The problem of the formaton of spatially ordered structures called “coherent modes” in plasmas is of significant interest for the nonlinear theory of anomalous plasma transport. The existence of a coherent mode is expected to have a strong effect on the particle and heat transport properties in plasmas. The experimental observatios of an edge plasma turbulence in the CALTECH TOKAMAK by Zweben & Gould (1983) show a transition from turbulently unstable to stable coherent mode at high neutral filling pressure.1 There seems to be a transition between turbulent and coherent modes. We can find the large-scale vortices in the fluid turbulence and Great Red Spot in the atmosphere of Jupiter thought to be a stable monopole of nonlinear solitary vortex like a one-dimensional soliton. Let us call them roughly “ coherent (solitary)modes ”. Montgomery and his group have made an extensive study of self-organization in the relaxation process on the field of plasma physics (1978).2 Solitary vortex solutions have been extensively studied in a specific inviscid condition neglected instability; Larichev & Reznik(1976),3 Meiss & Horton(1983),4 Pavlenko & Petviashvili(1984),5 Mikhailovskii et al.(1984),6 Shukla et al.(1985),7 Morrison & Hazeltine(1985),8 and Moriguchi & Nozaki(1992).9 Makino, Kamimura and Taniuti (1981)10 numerically have shown that the stable properties of solitary vortices which are two-dimensional, localized, steady and translating solutions of the Hasegawa-Mima equation(1978).11 A localized vortex seems to comprise a self-organized state. Hasegawa reviewed a self-organization processes in the case of non-dissipative systems and discussed that the relationship between the onset of chaos and self-organization in a soliton system as well as in some localized vortex solutions (1985).12


Coherent Structure Particle Flux Vortex Solution Magnetic Shear Plasma Flux 
These keywords were added by machine and not by the authors. This process is experimental and the keywords may be updated as the learning algorithm improves.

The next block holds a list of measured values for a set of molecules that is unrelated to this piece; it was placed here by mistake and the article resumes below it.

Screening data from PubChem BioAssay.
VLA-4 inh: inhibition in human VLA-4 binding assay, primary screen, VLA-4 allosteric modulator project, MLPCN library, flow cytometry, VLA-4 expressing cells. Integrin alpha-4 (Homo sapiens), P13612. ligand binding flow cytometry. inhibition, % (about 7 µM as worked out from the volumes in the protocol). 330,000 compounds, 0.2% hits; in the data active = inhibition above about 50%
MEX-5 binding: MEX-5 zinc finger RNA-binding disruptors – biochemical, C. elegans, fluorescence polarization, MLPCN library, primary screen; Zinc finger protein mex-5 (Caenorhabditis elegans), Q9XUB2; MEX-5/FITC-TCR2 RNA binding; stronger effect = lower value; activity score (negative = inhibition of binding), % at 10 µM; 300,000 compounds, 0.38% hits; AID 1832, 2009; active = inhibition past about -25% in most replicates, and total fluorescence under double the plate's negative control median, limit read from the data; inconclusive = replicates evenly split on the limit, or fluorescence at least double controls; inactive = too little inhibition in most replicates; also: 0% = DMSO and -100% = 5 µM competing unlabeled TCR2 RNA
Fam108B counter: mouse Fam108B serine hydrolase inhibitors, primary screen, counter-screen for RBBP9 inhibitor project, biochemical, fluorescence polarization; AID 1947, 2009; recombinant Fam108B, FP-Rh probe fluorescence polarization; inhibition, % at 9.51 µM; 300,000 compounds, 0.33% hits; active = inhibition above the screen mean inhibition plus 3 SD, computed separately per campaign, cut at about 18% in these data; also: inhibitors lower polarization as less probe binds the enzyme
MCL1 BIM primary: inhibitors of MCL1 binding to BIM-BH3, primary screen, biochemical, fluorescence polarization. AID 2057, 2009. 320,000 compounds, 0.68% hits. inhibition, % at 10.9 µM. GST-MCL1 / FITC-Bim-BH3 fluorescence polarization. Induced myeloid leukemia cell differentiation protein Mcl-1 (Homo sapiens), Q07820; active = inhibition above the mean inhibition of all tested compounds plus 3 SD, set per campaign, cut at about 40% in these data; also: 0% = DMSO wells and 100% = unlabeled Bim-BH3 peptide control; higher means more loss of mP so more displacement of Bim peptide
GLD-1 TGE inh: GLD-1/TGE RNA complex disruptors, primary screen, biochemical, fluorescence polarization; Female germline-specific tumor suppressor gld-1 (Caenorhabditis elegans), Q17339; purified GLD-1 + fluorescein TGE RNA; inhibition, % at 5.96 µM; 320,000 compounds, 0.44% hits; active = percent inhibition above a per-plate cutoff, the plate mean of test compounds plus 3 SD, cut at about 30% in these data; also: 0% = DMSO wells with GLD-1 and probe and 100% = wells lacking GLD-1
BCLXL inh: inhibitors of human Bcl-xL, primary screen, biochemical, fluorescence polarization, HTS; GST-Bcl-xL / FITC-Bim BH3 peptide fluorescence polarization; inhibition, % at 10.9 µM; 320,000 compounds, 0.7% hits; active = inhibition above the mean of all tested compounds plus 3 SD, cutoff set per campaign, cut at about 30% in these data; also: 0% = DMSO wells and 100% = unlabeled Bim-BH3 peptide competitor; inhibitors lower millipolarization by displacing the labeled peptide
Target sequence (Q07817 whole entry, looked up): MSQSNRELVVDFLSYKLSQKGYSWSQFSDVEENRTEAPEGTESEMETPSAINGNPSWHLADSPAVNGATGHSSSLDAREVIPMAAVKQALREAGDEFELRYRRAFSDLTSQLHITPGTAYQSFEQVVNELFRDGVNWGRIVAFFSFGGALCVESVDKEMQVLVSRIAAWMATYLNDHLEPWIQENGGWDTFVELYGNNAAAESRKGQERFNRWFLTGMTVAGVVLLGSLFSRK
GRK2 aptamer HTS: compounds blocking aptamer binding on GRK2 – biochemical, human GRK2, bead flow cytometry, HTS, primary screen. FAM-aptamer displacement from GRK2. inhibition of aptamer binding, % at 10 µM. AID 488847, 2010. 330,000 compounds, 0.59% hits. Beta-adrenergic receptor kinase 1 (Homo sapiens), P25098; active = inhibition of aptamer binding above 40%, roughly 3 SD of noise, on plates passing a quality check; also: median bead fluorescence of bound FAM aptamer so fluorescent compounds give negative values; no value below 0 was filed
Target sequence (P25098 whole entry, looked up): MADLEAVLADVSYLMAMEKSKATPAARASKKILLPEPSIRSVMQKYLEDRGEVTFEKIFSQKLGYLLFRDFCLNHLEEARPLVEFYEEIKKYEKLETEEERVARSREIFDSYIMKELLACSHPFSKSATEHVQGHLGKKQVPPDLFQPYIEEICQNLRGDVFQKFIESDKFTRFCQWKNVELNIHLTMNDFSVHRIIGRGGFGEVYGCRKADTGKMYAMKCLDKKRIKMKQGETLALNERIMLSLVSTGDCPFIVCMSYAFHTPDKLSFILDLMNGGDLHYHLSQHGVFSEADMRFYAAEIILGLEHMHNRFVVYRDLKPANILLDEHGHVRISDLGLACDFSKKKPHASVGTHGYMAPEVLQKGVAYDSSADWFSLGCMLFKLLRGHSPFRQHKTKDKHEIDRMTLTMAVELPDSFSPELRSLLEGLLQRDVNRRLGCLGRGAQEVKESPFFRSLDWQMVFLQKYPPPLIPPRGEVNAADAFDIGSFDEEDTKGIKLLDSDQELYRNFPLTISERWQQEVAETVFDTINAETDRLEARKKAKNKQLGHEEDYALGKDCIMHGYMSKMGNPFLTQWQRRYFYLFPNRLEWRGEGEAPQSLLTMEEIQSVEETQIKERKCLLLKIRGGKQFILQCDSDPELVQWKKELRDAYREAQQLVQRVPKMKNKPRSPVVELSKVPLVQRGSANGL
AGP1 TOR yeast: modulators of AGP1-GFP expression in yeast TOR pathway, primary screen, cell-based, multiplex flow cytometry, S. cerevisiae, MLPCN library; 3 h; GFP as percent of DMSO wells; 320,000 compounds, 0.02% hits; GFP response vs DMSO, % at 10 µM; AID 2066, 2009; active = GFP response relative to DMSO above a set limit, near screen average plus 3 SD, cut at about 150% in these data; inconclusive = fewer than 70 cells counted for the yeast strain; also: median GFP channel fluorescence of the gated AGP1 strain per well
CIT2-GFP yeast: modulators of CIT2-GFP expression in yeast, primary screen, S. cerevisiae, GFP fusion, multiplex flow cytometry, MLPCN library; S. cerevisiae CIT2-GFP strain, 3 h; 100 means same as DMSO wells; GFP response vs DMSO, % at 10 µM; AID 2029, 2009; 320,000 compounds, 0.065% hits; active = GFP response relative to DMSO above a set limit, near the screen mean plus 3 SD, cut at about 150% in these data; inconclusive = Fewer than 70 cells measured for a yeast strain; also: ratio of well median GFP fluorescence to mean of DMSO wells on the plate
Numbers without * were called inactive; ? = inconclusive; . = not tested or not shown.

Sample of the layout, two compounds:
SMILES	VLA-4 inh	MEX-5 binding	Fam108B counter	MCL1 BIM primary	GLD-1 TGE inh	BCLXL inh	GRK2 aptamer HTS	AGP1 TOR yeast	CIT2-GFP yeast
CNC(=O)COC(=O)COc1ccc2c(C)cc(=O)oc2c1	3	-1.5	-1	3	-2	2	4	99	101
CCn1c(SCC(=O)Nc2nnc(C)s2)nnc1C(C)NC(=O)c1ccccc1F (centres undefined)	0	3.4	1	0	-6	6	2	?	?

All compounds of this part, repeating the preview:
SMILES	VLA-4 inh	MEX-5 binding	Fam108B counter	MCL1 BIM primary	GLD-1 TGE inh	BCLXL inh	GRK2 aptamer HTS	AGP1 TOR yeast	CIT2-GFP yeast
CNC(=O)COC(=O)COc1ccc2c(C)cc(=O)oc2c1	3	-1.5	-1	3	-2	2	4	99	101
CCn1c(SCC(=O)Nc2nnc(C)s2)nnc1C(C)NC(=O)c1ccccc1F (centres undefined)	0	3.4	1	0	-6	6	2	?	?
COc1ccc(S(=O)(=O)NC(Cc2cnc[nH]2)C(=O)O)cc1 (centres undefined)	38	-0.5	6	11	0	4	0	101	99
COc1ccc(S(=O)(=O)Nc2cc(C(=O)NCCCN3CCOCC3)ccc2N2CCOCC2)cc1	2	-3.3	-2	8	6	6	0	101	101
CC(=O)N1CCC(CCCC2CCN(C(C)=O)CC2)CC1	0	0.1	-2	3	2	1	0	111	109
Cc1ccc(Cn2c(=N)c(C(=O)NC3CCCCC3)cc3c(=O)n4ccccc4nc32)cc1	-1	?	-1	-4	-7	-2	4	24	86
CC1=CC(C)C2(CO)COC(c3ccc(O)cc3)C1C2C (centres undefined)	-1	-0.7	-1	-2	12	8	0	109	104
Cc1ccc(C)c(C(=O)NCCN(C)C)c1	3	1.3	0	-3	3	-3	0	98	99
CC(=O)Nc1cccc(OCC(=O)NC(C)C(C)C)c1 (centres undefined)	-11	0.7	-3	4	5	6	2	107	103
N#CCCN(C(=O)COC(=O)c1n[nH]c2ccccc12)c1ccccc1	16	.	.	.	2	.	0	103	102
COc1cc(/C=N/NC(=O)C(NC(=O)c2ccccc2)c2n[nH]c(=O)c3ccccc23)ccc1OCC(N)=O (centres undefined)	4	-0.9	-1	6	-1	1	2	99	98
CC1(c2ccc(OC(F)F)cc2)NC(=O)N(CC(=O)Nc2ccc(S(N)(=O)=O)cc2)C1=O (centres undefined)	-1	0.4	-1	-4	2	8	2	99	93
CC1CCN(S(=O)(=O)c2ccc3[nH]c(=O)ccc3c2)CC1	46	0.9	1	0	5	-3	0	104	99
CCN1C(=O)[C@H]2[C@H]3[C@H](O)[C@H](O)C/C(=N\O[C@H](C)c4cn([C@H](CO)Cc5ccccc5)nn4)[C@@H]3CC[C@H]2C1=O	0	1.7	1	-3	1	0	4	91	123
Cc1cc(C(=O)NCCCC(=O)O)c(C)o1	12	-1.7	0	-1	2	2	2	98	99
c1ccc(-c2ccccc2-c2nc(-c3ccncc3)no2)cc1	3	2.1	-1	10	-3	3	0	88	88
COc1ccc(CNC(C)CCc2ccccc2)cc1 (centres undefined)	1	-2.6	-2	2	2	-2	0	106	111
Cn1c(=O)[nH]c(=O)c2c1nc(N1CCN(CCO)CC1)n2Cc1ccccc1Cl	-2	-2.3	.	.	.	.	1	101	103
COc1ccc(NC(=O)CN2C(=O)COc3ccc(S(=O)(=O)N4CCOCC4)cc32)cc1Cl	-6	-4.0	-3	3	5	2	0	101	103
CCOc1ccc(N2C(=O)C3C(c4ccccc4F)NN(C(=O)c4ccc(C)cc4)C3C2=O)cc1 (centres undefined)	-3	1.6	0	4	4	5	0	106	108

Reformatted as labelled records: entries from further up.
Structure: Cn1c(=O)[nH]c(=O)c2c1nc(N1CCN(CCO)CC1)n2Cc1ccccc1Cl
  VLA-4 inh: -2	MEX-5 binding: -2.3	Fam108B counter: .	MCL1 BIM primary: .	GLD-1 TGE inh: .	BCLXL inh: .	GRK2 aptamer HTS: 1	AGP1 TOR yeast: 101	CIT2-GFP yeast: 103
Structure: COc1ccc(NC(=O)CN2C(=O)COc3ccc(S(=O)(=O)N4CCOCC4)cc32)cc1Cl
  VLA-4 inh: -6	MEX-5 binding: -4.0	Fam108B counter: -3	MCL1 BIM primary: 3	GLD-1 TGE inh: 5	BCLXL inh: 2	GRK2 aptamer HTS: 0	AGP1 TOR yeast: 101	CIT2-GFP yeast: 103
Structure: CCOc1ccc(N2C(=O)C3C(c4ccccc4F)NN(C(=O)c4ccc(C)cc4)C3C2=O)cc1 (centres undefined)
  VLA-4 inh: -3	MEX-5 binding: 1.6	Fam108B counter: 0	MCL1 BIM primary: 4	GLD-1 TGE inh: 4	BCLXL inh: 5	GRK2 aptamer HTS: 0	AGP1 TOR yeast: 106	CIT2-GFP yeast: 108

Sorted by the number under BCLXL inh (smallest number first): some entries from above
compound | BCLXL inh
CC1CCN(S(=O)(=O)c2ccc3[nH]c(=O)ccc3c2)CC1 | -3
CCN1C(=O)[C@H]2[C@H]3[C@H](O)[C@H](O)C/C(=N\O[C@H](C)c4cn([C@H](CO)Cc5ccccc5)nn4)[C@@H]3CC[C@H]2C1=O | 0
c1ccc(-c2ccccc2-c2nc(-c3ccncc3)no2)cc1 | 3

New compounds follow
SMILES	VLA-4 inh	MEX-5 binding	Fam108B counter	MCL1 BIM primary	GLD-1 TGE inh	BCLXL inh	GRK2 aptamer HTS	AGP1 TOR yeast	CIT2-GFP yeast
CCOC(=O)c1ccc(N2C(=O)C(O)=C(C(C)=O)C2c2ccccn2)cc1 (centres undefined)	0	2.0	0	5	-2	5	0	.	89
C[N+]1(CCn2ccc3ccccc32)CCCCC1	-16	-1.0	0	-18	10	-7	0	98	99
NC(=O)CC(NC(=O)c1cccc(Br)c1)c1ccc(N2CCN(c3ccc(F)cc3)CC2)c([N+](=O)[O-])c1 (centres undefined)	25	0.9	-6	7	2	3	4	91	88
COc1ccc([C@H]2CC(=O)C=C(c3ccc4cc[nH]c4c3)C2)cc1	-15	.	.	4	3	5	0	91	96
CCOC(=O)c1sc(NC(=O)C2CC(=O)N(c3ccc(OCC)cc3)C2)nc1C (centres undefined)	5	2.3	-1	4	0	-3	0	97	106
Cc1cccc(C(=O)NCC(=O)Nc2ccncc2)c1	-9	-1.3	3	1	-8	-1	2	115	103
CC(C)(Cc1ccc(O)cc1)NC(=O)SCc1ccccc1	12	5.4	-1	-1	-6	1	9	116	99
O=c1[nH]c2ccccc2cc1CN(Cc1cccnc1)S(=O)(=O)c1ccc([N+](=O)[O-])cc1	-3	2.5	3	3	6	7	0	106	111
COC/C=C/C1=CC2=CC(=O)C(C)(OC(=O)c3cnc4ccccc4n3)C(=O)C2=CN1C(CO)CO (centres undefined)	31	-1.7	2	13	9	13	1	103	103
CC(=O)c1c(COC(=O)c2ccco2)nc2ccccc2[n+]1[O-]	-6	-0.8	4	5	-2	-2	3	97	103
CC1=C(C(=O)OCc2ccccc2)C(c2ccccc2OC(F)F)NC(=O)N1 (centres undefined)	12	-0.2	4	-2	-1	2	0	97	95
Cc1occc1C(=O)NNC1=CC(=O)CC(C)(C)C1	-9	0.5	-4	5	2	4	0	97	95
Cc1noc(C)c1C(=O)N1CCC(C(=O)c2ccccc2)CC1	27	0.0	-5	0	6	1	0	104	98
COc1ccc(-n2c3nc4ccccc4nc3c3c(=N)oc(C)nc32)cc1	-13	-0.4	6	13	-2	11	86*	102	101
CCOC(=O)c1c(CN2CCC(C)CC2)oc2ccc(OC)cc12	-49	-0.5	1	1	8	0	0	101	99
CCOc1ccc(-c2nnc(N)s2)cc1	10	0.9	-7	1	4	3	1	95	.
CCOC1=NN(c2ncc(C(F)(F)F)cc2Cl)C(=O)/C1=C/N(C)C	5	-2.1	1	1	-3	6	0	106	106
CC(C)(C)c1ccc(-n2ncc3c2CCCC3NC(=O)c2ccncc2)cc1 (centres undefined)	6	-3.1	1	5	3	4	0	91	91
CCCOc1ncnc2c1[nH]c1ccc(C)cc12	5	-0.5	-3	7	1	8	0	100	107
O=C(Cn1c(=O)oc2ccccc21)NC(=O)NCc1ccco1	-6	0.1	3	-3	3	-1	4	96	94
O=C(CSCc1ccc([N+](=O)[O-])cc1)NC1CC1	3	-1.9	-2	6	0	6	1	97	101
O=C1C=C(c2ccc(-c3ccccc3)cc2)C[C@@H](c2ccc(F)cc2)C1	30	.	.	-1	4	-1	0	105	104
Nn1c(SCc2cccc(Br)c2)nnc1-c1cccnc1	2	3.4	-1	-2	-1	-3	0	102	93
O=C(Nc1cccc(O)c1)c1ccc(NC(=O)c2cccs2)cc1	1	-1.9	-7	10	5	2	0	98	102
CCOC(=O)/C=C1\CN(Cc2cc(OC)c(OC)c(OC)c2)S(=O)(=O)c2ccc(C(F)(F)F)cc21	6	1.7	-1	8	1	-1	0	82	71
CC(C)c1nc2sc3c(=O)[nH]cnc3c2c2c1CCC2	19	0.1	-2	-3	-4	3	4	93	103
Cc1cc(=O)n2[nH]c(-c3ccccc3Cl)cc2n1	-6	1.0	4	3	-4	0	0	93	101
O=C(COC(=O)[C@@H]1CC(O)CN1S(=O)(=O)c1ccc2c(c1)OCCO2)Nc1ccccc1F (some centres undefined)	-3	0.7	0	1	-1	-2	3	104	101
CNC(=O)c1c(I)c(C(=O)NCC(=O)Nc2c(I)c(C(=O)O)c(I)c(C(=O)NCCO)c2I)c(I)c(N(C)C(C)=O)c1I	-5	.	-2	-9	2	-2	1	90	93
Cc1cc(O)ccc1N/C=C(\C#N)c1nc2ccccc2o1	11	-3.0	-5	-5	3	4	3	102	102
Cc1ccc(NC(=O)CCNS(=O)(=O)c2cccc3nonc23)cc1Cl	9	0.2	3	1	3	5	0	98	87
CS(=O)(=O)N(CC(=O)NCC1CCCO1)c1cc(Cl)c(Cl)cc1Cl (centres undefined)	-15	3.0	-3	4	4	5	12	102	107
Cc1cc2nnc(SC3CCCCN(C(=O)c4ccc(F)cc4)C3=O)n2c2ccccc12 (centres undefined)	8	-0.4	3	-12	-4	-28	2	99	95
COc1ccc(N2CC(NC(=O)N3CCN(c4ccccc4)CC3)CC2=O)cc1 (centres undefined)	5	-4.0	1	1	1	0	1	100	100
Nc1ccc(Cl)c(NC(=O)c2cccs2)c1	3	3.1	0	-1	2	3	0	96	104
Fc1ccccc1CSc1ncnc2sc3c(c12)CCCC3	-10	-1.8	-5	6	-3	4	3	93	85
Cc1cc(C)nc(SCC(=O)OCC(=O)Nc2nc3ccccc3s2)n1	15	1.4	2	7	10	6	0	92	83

Unable to display preview. Download preview PDF.

Unable to display preview. Download preview PDF.


  1. 1.
    J. Zweben and R. W. Gould, Nucl. Fusion 123, 1625 (1983).CrossRefGoogle Scholar
  2. 2.
    D. Montgomery, L. Turner and G. Vahala, Phys. Fluid, 21, 757 (1978).ADSMATHCrossRefGoogle Scholar
  3. 3.
    V. D. Larichev and G. M. Reznik, Dokl. Akad. Nauk SSSR, 231, 1077 (1976).Google Scholar
  4. 4.
    J. D. Meiss and W. Horton, Phys. Fluids, 26, 990 (1983).ADSMATHCrossRefGoogle Scholar
  5. 5.
    V. P. Pavlenko and V. I. Petviashvili, Soviet J. Plasma Phys. 9, 603 (1984).Google Scholar
  6. 6.
    A. B. Mikhailovskii, G. D. Aburdzhaniya, O. G. Onishchenko and A. P. Chikov, Phys. Lett. 101A, 263 (1984).ADSGoogle Scholar
  7. 7.
    P. K. Shukla, M. Y. Yu and R. K. Varma, Phys. Lett. 109A, 322 (1985).ADSGoogle Scholar
  8. 8.
    P. J. Morrison and R. D. Hazeltine, Phys. Fluids 27, 886 (1984).ADSMATHCrossRefGoogle Scholar
  9. 9.
    H. Moriguchi and K. Nozaki, J. Phys. Soc. Jpn. 61, 117 (1992).ADSCrossRefGoogle Scholar
  10. 10.
    M. Makino, T. Kamimura and T. Taniuti, J. Phys. Soc. Jpn. 50, 980 (1981).MathSciNetADSCrossRefGoogle Scholar
  11. 11.
    A. Hasegawa and K. Mima, Phys. Fluids 21, 87 (1978).MathSciNetADSMATHCrossRefGoogle Scholar
  12. 12.
    A. Hasegawa, Advances in Physics 34, 1 (1985).MathSciNetADSCrossRefGoogle Scholar
  13. 13.
    K. Nozaki and N. Bekki, J. Phys. Soc. Jpn. 54, 2363 (1985).ADSCrossRefGoogle Scholar
  14. 14.
    N. Bekki and Y. Kaneda, Phys. Rev. Lett. 57, 2176 (1986).ADSCrossRefGoogle Scholar
  15. 15.
    R. D. Hazeltine, Phys. Fluids 26, 3242 (1983).ADSMATHCrossRefGoogle Scholar
  16. 16.
    R. E. Waltz, Phys. Fluids 28, 577 (1985).ADSMATHCrossRefGoogle Scholar
  17. 17.
    G. S. Patterson and S. A. Orszag, Phys. Fluids 14, 2538 (1971).ADSMATHCrossRefGoogle Scholar
  18. 18.
    C. Z. Cheng and H. Okuda, Phys. Rev. Lett. 38, 708 (1977).ADSCrossRefGoogle Scholar
  19. 19.
    R. Z. Sagdeev, V. D. Shapiro and V. I. Shevchenk, Sov. J. Plasma Phys. 4, 306 (1978).Google Scholar
  20. 20.
    N. Bekki, J. Phys. Soc. Jpn. 52, 2736 (1983).ADSCrossRefGoogle Scholar
  21. 21.
    W. Horton, B. G. Hong, T. Tajima and N. Bekki, Comm. Plasma Phys. 13, 207 (1990).Google Scholar
  22. 22.
    S. J. Zweben, PhysPluids 28, 974 (1985).ADSGoogle Scholar

Copyright information

© Springer Science+Business Media New York 1994

Authors and Affiliations

  • Naoaki Bekki
    • 1
  1. 1.College of EngineeringNihon UniversityKoriyama, FukushimaJapan

Personalised recommendations